The hiring of faculty is at the heart of developing and maintaining programs, as well as the success and achievement of students, in all educational systems, and the California Community College System is no exception. While hiring practices may vary in terms of specifics in the 72 community college districts in California, basic principles and tenets of faculty hiring are consistent across the state. In recent years, a focus on diversifying the faculty that are hired at community colleges has increased in intensity, and both the Academic Senate for California Community Colleges (ASCCC) and the California Community Colleges Chancellor’s Office (CCCCO) have responded in a range of ways. This paper, in response to Academic Senate Resolution 3.01 (S17), is one of the various avenues through which the ASCCC has responded to the interest in diversifying community college faculty.
- All campus personnel involved in hiring should be familiar with the CCCCO’s Equal Employment Opportunity and Diversity Best Practices Handbook (2016) and any subsequent updates from the Chancellor’s Office regarding the requirements for use of the EEO measures while hiring.
- Processes and procedures within colleges and districts should be as consistent as possible and should involve the academic senate in the development and implementation of those processes and procedures, as required by Education Code.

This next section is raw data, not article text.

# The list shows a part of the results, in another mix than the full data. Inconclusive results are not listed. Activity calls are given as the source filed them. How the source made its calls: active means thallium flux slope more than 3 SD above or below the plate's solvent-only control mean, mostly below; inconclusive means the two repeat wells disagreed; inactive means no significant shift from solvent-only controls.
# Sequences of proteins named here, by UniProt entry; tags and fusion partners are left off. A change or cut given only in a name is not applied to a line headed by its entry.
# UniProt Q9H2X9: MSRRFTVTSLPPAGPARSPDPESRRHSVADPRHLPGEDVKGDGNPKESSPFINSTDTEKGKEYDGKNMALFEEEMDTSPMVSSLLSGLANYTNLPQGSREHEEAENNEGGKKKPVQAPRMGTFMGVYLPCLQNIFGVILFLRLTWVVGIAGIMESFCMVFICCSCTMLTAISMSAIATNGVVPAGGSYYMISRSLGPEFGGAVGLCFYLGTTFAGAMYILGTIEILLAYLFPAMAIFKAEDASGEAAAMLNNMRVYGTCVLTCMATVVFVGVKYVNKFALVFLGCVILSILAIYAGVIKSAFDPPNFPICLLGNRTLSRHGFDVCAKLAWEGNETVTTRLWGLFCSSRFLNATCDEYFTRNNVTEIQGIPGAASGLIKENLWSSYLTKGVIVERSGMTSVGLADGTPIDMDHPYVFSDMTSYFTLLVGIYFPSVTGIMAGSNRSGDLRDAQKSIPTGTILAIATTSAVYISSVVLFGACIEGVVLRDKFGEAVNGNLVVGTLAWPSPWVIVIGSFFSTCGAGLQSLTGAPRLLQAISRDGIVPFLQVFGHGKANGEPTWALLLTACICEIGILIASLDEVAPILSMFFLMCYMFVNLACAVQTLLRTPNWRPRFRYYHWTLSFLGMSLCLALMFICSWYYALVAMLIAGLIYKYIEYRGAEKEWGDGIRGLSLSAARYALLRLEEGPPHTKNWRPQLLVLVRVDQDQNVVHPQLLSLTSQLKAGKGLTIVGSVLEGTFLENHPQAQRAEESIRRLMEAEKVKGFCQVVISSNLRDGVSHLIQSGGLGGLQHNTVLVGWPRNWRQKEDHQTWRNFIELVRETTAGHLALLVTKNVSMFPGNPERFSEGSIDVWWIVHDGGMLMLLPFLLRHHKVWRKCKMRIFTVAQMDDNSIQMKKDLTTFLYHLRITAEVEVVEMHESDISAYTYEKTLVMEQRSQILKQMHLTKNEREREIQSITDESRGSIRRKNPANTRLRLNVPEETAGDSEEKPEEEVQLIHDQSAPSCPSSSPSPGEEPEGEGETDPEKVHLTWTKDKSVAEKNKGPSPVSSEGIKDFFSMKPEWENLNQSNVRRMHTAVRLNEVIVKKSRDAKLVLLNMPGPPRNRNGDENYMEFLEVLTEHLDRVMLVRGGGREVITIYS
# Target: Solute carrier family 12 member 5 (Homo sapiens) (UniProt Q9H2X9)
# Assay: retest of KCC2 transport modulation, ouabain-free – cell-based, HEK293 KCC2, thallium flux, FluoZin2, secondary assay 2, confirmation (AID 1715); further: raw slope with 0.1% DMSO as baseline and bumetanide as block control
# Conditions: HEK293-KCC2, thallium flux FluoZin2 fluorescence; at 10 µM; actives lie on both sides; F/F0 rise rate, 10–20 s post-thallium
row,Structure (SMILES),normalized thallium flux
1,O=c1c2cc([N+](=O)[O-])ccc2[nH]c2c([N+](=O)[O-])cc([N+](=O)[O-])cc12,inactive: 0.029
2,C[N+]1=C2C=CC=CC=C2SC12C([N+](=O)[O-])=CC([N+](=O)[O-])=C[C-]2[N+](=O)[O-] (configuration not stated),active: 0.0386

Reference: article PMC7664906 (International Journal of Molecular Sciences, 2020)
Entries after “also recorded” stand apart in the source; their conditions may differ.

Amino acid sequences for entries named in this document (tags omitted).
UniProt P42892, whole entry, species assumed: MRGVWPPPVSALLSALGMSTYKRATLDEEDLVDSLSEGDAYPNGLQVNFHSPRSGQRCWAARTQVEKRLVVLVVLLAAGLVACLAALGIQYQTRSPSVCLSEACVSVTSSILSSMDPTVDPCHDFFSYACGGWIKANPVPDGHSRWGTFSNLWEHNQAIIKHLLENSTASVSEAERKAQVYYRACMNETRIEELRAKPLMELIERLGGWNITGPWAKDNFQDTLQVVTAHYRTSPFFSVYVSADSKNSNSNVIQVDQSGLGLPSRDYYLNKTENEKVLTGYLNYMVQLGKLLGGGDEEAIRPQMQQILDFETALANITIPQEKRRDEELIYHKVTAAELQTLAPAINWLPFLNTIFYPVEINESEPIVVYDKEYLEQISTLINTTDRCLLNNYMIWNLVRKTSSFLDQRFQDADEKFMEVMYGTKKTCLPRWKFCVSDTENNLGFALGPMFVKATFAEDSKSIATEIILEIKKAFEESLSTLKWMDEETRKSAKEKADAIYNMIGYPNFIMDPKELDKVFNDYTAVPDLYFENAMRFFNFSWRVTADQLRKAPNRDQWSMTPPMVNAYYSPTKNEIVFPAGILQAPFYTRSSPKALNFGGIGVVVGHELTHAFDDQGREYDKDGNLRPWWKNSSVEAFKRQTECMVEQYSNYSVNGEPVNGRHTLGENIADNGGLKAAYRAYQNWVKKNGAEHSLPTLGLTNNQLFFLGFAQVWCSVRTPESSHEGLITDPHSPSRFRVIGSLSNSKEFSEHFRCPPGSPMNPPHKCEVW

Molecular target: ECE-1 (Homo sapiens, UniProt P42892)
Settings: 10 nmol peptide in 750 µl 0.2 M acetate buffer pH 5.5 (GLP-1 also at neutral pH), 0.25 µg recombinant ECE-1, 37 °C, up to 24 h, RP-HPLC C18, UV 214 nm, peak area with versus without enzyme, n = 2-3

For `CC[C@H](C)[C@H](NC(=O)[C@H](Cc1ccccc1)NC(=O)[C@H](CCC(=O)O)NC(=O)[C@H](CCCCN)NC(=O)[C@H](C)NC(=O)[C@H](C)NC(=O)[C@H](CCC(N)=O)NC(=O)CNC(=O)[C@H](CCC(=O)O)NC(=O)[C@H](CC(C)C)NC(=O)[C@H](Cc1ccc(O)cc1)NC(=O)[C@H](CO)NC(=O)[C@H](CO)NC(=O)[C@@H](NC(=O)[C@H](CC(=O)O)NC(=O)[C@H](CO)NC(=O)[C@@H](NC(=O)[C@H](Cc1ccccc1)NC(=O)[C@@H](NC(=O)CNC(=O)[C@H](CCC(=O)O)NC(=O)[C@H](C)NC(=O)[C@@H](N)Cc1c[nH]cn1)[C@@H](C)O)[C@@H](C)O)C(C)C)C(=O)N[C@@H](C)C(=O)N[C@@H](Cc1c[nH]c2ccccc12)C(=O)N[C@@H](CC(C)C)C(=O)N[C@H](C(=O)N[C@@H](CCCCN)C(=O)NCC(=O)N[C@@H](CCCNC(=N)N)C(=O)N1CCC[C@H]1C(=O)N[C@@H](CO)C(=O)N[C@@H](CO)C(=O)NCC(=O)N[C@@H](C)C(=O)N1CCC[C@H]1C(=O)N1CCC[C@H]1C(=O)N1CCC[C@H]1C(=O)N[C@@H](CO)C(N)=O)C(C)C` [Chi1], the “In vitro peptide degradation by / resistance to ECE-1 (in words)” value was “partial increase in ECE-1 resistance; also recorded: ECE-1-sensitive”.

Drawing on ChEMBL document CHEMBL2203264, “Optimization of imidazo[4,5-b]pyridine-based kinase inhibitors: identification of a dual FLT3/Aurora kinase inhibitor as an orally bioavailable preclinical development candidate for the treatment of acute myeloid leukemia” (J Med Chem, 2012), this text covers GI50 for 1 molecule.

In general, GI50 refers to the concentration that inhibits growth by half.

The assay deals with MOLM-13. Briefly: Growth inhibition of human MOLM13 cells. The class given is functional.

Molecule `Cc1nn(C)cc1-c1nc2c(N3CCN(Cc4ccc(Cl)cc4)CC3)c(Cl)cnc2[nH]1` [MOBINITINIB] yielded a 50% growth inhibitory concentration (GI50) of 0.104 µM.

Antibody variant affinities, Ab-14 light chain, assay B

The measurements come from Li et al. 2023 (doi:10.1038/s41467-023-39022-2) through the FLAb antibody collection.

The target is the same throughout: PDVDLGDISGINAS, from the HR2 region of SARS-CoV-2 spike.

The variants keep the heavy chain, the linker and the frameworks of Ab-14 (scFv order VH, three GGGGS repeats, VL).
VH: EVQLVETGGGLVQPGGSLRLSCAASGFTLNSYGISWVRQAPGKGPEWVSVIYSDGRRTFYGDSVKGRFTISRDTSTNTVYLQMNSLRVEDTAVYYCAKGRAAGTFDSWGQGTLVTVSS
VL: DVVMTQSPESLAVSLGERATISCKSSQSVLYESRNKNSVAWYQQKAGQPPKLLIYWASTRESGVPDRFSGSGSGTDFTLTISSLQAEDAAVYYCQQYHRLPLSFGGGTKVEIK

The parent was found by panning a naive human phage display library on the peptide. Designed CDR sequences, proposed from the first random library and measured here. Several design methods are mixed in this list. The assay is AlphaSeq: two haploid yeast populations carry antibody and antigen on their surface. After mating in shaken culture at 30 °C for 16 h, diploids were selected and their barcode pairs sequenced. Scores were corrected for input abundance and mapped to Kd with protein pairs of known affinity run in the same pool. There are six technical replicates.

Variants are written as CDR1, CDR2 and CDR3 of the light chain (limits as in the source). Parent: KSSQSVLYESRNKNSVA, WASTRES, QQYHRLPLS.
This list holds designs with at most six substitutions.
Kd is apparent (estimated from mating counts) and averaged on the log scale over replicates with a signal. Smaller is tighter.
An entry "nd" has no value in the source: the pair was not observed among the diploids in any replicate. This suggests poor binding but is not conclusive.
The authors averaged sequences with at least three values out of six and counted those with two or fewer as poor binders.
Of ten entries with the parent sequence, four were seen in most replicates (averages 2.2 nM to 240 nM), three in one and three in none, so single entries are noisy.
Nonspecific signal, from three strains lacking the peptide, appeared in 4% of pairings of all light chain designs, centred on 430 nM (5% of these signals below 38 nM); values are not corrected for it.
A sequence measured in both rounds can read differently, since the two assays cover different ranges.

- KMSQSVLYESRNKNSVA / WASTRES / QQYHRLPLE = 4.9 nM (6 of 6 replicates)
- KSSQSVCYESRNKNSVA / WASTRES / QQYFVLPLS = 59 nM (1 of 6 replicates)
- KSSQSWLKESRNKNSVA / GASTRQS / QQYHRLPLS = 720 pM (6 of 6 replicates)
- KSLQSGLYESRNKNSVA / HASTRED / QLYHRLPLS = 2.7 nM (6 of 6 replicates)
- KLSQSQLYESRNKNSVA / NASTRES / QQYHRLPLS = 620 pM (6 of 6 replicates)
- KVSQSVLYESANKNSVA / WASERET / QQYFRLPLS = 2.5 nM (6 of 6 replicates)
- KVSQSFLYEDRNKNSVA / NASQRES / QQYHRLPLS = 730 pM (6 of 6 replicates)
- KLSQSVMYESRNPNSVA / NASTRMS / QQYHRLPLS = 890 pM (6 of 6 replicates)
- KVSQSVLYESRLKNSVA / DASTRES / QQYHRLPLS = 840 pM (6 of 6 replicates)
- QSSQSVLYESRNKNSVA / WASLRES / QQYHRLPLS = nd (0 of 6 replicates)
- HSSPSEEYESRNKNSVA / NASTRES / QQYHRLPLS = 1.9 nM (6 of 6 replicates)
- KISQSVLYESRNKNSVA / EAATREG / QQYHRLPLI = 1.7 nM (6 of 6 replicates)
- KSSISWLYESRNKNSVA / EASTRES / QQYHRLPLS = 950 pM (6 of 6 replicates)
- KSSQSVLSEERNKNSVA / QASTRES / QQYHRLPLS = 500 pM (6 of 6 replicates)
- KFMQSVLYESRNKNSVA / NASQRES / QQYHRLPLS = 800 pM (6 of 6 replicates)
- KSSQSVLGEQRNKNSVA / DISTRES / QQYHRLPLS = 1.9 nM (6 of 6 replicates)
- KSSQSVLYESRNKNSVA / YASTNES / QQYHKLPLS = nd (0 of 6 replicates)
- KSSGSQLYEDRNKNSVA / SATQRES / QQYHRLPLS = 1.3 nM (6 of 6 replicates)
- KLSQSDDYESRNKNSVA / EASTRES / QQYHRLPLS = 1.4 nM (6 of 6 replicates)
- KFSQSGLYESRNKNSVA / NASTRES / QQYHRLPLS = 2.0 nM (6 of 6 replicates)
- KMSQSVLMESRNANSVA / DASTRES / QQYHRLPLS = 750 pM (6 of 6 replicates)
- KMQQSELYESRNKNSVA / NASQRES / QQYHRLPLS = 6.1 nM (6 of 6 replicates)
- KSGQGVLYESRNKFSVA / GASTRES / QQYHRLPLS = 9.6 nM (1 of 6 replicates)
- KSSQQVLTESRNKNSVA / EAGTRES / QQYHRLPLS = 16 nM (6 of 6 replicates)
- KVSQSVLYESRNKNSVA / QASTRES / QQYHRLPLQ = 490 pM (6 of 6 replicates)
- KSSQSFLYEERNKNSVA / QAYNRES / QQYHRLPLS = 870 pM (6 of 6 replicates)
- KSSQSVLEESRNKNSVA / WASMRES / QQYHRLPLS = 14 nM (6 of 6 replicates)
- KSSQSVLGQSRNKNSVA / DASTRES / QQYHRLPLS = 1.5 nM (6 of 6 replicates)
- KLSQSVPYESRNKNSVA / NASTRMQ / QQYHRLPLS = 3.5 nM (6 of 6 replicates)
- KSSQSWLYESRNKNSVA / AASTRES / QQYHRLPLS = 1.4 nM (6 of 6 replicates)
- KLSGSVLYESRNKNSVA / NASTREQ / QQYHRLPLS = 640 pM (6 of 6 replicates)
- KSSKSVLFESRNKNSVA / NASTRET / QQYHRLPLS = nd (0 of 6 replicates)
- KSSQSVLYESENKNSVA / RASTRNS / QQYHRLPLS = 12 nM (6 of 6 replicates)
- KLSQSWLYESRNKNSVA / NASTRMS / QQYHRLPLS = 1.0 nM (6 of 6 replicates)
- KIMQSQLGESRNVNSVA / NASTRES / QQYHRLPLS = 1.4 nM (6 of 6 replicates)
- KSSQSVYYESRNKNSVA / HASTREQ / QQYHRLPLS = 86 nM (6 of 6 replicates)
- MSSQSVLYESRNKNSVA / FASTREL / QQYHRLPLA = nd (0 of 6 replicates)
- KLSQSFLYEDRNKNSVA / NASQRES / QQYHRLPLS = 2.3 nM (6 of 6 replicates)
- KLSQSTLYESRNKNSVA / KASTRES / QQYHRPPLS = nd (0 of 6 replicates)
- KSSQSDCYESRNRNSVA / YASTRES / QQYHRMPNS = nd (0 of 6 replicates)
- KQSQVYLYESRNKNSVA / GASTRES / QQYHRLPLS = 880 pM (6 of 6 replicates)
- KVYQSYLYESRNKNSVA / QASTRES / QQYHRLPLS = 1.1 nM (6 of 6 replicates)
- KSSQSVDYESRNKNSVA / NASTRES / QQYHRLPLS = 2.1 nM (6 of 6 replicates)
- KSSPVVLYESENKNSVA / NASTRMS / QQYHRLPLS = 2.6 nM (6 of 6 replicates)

- Faculty should consider a variety of options in hiring both full-time and part-time faculty in an attempt to diversify the faculty ranks at their colleges. For specific suggestions, see the Equal Employment Opportunity and Diversity Best Practices Handbook (2016).
- In accordance with local policies, hiring committees should be actively involved in as many aspects of faculty hiring as possible, from the creation of the job description to the forwarding of finalists. If committees are not involved in all areas of the hiring process, consideration should be brought to the local academic senate to discuss these processes and determine whether changes should be suggested.
- Processes for hiring part-time faculty should, to the greatest extent possible, mirror the processes for hiring full-time faculty and should, ideally, be as consistent as possible.
- Committees should be familiar with the role of equivalency and should exercise caution when recommending equivalency while also recognizing that the granting of equivalency in some cases may result in a more diverse pool of applicants. Equivalency information should be made clear to applicants through information included in the college’s application as well as in the job announcement.
- Local academic senates and faculty should be involved in the district or college Equal Opportunity Committee and any other shared governance groups that are involved in hiring processes for faculty.